Alt-rock favourites Manchester Orchestra have just confirmed their long-awaited return to the UK (their last tour being in promotion of sensational fifth LP, 'A Black Mile To The Surface', in 2017) - so what better time to take a look at some of their lesser-known tracks? In this month's 'Deep Cuts', we are delving into the Atlanta-formed band's earlier and more spurious work to prepare ourselves for any surprise inclusions to their setlists when they head to London and Manchester in January 2022. Tickets sold out in just a couple of hours, but you can join the waiting list here!
My Friend Marcus
Kicking things off with the eighth track from their sophomore LP, 'Mean Everything To Nothing', 'My Friend Marcus' is a fantastic encapsulation of alt-rock hallmarks. Packed with bellowing choruses, underlying melodic tones combined with sharp hooks, and a gripping narrative - Manchester Orchestra have continued this format throughout their career, thus making them one of the most intriguing and creatively spellbinding acts of the 21st century.
2011's 'Simple Math' is arguably Manchester Orchestra's most loved album to date and features classics such as 'Pensacola', 'April Fool' and the title track - but it is the penultimate hit, 'Apprehension' that we can't get enough of. With whirring guitar licks and garage-rock-esque drums overlaid upon hard-hitting and typically 'questioning' lyrics from Andy Hull, 'Apprehension' is a perfect example of what to expect from Manchester Orchestra's sound. While it doesn't receive the same plaudits as their more popular tracks, it quietly lingers as a hidden gem amongst their discography.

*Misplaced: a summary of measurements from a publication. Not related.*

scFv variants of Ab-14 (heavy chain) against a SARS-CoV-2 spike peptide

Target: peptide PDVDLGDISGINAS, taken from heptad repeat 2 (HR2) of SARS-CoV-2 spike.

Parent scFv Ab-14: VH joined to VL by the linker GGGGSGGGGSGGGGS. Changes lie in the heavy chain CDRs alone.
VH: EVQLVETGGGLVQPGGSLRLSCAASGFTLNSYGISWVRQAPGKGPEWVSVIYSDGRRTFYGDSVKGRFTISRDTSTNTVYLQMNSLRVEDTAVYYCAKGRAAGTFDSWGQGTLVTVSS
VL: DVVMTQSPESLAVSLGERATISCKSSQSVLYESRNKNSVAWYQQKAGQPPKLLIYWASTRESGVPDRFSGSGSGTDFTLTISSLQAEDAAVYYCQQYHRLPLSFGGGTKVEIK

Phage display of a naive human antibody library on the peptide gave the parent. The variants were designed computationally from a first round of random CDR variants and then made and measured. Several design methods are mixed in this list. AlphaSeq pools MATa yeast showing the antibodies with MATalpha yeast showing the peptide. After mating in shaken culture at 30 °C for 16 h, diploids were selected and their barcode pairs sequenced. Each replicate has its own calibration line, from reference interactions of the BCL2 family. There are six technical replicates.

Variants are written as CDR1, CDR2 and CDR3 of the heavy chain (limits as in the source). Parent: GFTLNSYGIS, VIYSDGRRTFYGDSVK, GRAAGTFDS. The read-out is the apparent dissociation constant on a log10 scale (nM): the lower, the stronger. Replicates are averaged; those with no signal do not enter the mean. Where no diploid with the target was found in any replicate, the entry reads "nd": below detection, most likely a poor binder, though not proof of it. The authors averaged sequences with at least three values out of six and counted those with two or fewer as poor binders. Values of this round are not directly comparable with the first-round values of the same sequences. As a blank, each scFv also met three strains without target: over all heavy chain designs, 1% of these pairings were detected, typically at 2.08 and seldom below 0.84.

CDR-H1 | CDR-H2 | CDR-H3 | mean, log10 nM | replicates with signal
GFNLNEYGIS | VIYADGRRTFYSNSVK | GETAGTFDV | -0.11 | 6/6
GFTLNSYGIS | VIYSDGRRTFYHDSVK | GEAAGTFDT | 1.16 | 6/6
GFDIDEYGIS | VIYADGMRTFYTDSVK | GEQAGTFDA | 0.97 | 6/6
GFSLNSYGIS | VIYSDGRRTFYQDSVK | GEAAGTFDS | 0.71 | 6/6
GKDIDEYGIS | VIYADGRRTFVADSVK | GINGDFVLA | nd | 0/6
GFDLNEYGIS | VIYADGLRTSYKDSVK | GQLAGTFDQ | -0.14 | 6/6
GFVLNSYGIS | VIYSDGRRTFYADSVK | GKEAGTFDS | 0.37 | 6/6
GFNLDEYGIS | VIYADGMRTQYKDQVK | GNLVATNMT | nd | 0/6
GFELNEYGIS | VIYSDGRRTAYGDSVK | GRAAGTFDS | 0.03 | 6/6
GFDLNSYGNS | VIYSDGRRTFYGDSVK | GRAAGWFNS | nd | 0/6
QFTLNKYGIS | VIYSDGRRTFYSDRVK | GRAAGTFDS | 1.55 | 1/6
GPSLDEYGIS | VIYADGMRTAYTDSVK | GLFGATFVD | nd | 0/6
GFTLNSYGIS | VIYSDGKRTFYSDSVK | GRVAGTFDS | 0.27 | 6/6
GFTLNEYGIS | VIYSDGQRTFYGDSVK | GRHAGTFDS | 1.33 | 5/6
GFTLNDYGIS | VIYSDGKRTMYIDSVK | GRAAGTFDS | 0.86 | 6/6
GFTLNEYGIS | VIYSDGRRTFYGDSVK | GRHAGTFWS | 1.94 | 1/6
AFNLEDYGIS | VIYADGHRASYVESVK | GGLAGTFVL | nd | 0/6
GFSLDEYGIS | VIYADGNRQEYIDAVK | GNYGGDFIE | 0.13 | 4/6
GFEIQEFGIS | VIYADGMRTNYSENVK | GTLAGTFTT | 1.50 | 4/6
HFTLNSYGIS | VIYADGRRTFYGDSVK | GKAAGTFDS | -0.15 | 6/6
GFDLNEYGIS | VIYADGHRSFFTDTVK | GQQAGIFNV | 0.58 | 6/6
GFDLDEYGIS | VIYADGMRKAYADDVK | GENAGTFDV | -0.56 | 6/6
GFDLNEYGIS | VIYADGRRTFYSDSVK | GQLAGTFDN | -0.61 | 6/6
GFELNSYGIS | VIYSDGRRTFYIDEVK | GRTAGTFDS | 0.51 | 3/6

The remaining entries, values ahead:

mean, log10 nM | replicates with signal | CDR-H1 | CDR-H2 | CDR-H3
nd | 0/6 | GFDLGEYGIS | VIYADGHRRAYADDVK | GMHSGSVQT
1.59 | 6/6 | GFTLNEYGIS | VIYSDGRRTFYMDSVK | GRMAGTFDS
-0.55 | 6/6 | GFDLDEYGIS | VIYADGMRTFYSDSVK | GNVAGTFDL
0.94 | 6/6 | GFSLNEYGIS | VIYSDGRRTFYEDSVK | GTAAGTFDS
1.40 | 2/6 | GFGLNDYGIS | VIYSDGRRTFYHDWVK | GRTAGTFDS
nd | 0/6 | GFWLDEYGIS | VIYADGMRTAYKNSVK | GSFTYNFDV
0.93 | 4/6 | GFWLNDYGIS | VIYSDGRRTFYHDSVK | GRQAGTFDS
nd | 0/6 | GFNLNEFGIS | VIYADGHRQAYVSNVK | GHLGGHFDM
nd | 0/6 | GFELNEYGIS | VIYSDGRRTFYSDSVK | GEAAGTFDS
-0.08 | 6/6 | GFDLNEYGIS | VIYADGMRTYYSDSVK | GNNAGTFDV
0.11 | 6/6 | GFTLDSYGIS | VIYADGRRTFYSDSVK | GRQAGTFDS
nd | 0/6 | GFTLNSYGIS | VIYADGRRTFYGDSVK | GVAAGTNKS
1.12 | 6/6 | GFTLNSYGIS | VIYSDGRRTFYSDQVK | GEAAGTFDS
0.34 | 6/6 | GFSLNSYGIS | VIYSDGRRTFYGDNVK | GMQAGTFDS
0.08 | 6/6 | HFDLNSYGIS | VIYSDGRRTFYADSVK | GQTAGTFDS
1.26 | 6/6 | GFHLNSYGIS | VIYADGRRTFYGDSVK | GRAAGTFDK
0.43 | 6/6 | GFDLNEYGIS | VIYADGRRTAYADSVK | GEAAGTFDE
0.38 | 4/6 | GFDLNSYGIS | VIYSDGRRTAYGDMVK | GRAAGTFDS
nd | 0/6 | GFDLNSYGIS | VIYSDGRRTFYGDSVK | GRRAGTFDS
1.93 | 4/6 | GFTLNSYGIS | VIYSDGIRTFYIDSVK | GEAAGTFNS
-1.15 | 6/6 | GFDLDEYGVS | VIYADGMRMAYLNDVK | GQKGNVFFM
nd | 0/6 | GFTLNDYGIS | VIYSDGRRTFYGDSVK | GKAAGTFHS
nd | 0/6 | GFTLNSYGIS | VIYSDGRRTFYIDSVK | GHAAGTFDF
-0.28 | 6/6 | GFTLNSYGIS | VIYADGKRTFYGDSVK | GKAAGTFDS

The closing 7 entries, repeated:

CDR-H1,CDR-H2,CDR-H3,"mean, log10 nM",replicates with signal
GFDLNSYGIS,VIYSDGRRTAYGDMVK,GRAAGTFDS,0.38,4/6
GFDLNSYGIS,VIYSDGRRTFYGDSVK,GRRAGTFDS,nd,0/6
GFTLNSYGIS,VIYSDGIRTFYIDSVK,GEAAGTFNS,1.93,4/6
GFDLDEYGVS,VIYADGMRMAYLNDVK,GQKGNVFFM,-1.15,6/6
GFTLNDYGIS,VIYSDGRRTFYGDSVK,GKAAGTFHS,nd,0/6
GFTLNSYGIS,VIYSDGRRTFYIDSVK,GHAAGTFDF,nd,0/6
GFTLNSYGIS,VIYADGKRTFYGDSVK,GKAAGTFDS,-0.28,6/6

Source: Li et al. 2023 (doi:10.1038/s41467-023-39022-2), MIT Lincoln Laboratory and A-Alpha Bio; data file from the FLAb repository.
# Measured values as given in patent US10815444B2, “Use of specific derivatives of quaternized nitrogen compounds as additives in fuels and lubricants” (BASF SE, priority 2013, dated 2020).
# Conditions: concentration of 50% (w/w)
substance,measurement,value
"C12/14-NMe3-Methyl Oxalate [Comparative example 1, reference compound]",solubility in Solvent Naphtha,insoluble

Back in 2014, Manchester Orchestra had the genius idea to release not just their latest LP, 'Cope', but an acoustic version of the full record titled 'Hope' alongside it. Taking a step back from their usual raucous soundscapes, the Atlanta rockers gave listeners the chance to hear their music stripped back and give more focus to the lyrics. The result? A goosebump inducing, 40 minute masterpiece. The second single from 'Cope' - 'Every Stone' - transforms from an intense, pulsating track into one of the most stunning offerings the band has given to date.
Originally declared a concept album, 'A Black Mile To The Surface' saw Manchester Orchestra take their sound to a new dimension. Now stripped back and more ballad-y than previous releases, the album took influence from the likes of Alabama Shakes, Radiohead and Wilco to create incredible story-telling around the themes of" family, and the circle of life, the significance and insignificance of yourself" according to Andy Hull. Across 'The Grocery' this story-telling is at its brilliant best and arches back to previous occurrences across 'ABMTTS.'
I Know How To Speak
The lead track from 'The Black Mile Demos' has an eerily familiar sound and one that could so easily have featured on the band's fifth LP, 'A Black Mile to the Surface.' Frontman Andy Hull spoke of the track, saying "this song was originally and roughly formed a few years ago about the impending weight of the future. It almost made it onto Black Mile, but hadn't fully formed yet. We spent some solid time this year revisiting and reworking and recording the song into it's final state. I found it inspiring to work on this song right before the birth of my son, which was and is beautiful impending weight."
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